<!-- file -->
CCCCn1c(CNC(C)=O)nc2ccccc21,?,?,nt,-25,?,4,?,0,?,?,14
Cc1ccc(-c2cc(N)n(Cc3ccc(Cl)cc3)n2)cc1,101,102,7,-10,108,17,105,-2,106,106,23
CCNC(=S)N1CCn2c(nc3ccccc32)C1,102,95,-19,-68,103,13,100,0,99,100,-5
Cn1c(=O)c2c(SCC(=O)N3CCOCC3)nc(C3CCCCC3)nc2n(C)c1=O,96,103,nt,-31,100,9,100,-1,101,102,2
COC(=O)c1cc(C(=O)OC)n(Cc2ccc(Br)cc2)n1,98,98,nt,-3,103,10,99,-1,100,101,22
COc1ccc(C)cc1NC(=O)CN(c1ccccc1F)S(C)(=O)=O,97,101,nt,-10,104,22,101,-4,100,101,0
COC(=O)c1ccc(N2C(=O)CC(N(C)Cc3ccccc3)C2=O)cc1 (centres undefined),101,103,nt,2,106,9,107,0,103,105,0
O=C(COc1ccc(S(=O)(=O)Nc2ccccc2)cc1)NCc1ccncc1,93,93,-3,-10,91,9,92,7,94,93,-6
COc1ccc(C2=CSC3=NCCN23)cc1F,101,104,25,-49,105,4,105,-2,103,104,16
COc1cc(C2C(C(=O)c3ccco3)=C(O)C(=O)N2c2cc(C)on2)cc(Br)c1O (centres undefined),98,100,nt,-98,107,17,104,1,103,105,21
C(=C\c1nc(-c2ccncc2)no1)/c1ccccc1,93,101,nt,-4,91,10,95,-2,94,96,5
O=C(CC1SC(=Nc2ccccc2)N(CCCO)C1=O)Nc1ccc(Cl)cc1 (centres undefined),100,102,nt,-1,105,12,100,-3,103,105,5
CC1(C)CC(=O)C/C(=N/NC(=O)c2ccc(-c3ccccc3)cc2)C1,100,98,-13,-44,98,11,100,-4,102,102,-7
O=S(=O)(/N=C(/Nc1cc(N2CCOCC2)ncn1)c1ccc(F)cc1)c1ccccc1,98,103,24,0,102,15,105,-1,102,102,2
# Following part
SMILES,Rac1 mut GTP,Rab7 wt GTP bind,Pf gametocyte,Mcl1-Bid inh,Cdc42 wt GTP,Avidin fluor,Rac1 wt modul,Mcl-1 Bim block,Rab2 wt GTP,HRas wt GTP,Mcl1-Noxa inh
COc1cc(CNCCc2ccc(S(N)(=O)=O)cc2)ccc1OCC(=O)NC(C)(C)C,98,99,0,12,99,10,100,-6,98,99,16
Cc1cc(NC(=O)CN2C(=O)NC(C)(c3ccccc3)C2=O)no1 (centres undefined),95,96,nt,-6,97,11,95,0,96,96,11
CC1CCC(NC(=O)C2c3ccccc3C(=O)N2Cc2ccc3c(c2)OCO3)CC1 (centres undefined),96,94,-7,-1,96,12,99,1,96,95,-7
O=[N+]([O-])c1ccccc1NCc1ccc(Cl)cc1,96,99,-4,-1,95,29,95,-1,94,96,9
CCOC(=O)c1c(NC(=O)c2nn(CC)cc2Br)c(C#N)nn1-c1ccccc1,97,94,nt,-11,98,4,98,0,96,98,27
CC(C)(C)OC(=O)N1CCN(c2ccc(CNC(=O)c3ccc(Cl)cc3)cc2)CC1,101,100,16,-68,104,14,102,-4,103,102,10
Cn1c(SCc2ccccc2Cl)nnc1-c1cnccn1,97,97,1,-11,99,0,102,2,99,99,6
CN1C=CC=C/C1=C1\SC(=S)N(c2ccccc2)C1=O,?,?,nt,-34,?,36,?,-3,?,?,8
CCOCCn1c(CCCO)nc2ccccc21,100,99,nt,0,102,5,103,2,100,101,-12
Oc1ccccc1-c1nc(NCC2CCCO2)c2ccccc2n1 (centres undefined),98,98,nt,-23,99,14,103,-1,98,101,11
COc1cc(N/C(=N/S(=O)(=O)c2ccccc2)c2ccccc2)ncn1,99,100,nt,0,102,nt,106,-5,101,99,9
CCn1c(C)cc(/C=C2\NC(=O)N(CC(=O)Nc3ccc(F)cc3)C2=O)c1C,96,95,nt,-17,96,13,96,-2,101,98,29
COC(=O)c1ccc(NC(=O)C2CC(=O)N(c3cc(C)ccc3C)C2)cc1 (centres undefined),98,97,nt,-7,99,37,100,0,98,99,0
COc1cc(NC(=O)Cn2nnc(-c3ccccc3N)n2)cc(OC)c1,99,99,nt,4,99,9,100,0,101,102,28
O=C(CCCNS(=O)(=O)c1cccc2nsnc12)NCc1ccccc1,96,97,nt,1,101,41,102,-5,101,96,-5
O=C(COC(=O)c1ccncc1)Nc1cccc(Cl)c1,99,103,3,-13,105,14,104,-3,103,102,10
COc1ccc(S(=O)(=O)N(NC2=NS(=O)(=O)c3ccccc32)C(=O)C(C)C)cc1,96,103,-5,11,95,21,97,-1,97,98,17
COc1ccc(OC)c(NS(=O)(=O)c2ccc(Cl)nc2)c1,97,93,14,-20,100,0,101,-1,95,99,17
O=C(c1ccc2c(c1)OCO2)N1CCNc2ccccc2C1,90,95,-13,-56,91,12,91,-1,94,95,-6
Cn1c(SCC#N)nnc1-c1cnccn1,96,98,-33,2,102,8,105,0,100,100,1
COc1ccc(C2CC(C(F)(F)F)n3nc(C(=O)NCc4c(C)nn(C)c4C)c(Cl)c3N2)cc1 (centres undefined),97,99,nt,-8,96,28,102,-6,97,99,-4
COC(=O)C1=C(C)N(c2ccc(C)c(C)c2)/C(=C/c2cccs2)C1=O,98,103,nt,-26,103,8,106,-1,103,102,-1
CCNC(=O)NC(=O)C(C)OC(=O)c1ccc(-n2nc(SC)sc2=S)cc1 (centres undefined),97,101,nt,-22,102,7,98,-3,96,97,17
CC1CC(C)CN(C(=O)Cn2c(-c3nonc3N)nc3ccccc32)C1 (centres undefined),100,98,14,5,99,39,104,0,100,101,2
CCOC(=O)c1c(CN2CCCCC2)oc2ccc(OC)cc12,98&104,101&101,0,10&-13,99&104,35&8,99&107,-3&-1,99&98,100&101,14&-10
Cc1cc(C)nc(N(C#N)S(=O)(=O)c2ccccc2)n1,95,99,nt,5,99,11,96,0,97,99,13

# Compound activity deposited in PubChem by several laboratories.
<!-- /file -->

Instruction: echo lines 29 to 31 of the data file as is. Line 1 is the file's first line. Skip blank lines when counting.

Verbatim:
COC(=O)c1ccc(NC(=O)C2CC(=O)N(c3cc(C)ccc3C)C2)cc1 (centres undefined),98,97,nt,-7,99,37,100,0,98,99,0
COc1cc(NC(=O)Cn2nnc(-c3ccccc3N)n2)cc(OC)c1,99,99,nt,4,99,9,100,0,101,102,28
O=C(CCCNS(=O)(=O)c1cccc2nsnc12)NCc1ccccc1,96,97,nt,1,101,41,102,-5,101,96,-5